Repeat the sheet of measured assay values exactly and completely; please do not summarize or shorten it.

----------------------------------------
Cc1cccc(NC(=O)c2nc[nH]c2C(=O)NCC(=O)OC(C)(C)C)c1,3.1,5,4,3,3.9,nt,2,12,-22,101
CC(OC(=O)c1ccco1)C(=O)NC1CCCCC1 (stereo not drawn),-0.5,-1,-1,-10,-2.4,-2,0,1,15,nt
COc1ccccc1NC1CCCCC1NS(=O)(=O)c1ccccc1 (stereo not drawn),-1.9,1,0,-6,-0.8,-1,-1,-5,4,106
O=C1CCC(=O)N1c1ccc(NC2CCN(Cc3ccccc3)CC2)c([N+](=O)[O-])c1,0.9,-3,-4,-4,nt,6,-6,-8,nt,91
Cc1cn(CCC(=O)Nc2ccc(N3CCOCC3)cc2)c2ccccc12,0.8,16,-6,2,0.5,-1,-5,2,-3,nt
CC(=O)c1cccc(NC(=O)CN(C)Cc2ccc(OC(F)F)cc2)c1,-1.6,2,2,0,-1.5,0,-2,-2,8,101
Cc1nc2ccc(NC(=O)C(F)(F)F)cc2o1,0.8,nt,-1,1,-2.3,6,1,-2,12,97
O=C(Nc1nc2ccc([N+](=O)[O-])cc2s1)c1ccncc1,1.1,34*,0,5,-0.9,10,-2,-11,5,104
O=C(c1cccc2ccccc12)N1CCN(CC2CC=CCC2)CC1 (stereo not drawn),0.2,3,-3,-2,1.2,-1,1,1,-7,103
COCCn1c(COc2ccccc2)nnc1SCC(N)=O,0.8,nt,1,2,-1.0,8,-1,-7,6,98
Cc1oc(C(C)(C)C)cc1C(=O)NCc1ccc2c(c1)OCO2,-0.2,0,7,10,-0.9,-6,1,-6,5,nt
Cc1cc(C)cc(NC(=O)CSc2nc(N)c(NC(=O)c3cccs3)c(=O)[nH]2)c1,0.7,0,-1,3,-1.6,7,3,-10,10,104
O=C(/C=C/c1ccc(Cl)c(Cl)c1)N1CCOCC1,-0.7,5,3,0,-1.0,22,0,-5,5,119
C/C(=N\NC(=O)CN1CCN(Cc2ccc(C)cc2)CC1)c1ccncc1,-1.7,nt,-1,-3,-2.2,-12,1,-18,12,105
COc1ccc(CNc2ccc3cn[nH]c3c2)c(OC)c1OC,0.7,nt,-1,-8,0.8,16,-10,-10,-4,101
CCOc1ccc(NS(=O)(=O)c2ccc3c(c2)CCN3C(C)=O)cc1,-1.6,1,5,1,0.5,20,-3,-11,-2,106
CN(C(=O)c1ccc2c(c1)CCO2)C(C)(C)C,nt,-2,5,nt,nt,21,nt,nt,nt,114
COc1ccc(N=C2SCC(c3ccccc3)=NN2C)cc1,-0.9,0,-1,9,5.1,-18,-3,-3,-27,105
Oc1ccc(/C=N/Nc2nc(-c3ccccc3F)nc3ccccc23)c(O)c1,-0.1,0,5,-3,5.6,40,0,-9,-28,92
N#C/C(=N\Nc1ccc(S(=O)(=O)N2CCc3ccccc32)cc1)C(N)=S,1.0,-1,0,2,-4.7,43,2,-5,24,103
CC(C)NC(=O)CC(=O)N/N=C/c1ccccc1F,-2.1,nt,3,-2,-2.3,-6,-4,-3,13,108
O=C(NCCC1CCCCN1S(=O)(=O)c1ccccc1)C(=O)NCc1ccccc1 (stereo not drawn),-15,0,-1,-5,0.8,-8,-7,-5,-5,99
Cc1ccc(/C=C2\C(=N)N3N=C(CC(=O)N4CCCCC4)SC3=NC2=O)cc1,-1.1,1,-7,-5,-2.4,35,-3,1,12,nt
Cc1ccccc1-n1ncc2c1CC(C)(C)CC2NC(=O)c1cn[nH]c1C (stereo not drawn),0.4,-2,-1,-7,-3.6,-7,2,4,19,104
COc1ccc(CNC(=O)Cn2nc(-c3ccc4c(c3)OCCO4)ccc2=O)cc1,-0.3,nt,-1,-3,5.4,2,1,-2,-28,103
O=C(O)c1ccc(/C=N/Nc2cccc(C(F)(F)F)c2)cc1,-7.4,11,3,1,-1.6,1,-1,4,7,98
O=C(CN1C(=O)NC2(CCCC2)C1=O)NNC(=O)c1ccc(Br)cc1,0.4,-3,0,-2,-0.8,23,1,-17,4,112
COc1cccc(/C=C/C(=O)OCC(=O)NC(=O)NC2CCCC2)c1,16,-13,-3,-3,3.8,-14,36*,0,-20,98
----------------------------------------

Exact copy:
Cc1cccc(NC(=O)c2nc[nH]c2C(=O)NCC(=O)OC(C)(C)C)c1,3.1,5,4,3,3.9,nt,2,12,-22,101
CC(OC(=O)c1ccco1)C(=O)NC1CCCCC1 (stereo not drawn),-0.5,-1,-1,-10,-2.4,-2,0,1,15,nt
COc1ccccc1NC1CCCCC1NS(=O)(=O)c1ccccc1 (stereo not drawn),-1.9,1,0,-6,-0.8,-1,-1,-5,4,106
O=C1CCC(=O)N1c1ccc(NC2CCN(Cc3ccccc3)CC2)c([N+](=O)[O-])c1,0.9,-3,-4,-4,nt,6,-6,-8,nt,91
Cc1cn(CCC(=O)Nc2ccc(N3CCOCC3)cc2)c2ccccc12,0.8,16,-6,2,0.5,-1,-5,2,-3,nt
CC(=O)c1cccc(NC(=O)CN(C)Cc2ccc(OC(F)F)cc2)c1,-1.6,2,2,0,-1.5,0,-2,-2,8,101
Cc1nc2ccc(NC(=O)C(F)(F)F)cc2o1,0.8,nt,-1,1,-2.3,6,1,-2,12,97
O=C(Nc1nc2ccc([N+](=O)[O-])cc2s1)c1ccncc1,1.1,34*,0,5,-0.9,10,-2,-11,5,104
O=C(c1cccc2ccccc12)N1CCN(CC2CC=CCC2)CC1 (stereo not drawn),0.2,3,-3,-2,1.2,-1,1,1,-7,103
COCCn1c(COc2ccccc2)nnc1SCC(N)=O,0.8,nt,1,2,-1.0,8,-1,-7,6,98
Cc1oc(C(C)(C)C)cc1C(=O)NCc1ccc2c(c1)OCO2,-0.2,0,7,10,-0.9,-6,1,-6,5,nt
Cc1cc(C)cc(NC(=O)CSc2nc(N)c(NC(=O)c3cccs3)c(=O)[nH]2)c1,0.7,0,-1,3,-1.6,7,3,-10,10,104
O=C(/C=C/c1ccc(Cl)c(Cl)c1)N1CCOCC1,-0.7,5,3,0,-1.0,22,0,-5,5,119
C/C(=N\NC(=O)CN1CCN(Cc2ccc(C)cc2)CC1)c1ccncc1,-1.7,nt,-1,-3,-2.2,-12,1,-18,12,105
COc1ccc(CNc2ccc3cn[nH]c3c2)c(OC)c1OC,0.7,nt,-1,-8,0.8,16,-10,-10,-4,101
CCOc1ccc(NS(=O)(=O)c2ccc3c(c2)CCN3C(C)=O)cc1,-1.6,1,5,1,0.5,20,-3,-11,-2,106
CN(C(=O)c1ccc2c(c1)CCO2)C(C)(C)C,nt,-2,5,nt,nt,21,nt,nt,nt,114
COc1ccc(N=C2SCC(c3ccccc3)=NN2C)cc1,-0.9,0,-1,9,5.1,-18,-3,-3,-27,105
Oc1ccc(/C=N/Nc2nc(-c3ccccc3F)nc3ccccc23)c(O)c1,-0.1,0,5,-3,5.6,40,0,-9,-28,92
N#C/C(=N\Nc1ccc(S(=O)(=O)N2CCc3ccccc32)cc1)C(N)=S,1.0,-1,0,2,-4.7,43,2,-5,24,103
CC(C)NC(=O)CC(=O)N/N=C/c1ccccc1F,-2.1,nt,3,-2,-2.3,-6,-4,-3,13,108
O=C(NCCC1CCCCN1S(=O)(=O)c1ccccc1)C(=O)NCc1ccccc1 (stereo not drawn),-15,0,-1,-5,0.8,-8,-7,-5,-5,99
Cc1ccc(/C=C2\C(=N)N3N=C(CC(=O)N4CCCCC4)SC3=NC2=O)cc1,-1.1,1,-7,-5,-2.4,35,-3,1,12,nt
Cc1ccccc1-n1ncc2c1CC(C)(C)CC2NC(=O)c1cn[nH]c1C (stereo not drawn),0.4,-2,-1,-7,-3.6,-7,2,4,19,104
COc1ccc(CNC(=O)Cn2nc(-c3ccc4c(c3)OCCO4)ccc2=O)cc1,-0.3,nt,-1,-3,5.4,2,1,-2,-28,103
O=C(O)c1ccc(/C=N/Nc2cccc(C(F)(F)F)c2)cc1,-7.4,11,3,1,-1.6,1,-1,4,7,98
O=C(CN1C(=O)NC2(CCCC2)C1=O)NNC(=O)c1ccc(Br)cc1,0.4,-3,0,-2,-0.8,23,1,-17,4,112
COc1cccc(/C=C/C(=O)OCC(=O)NC(=O)NC2CCCC2)c1,16,-13,-3,-3,3.8,-14,36*,0,-20,98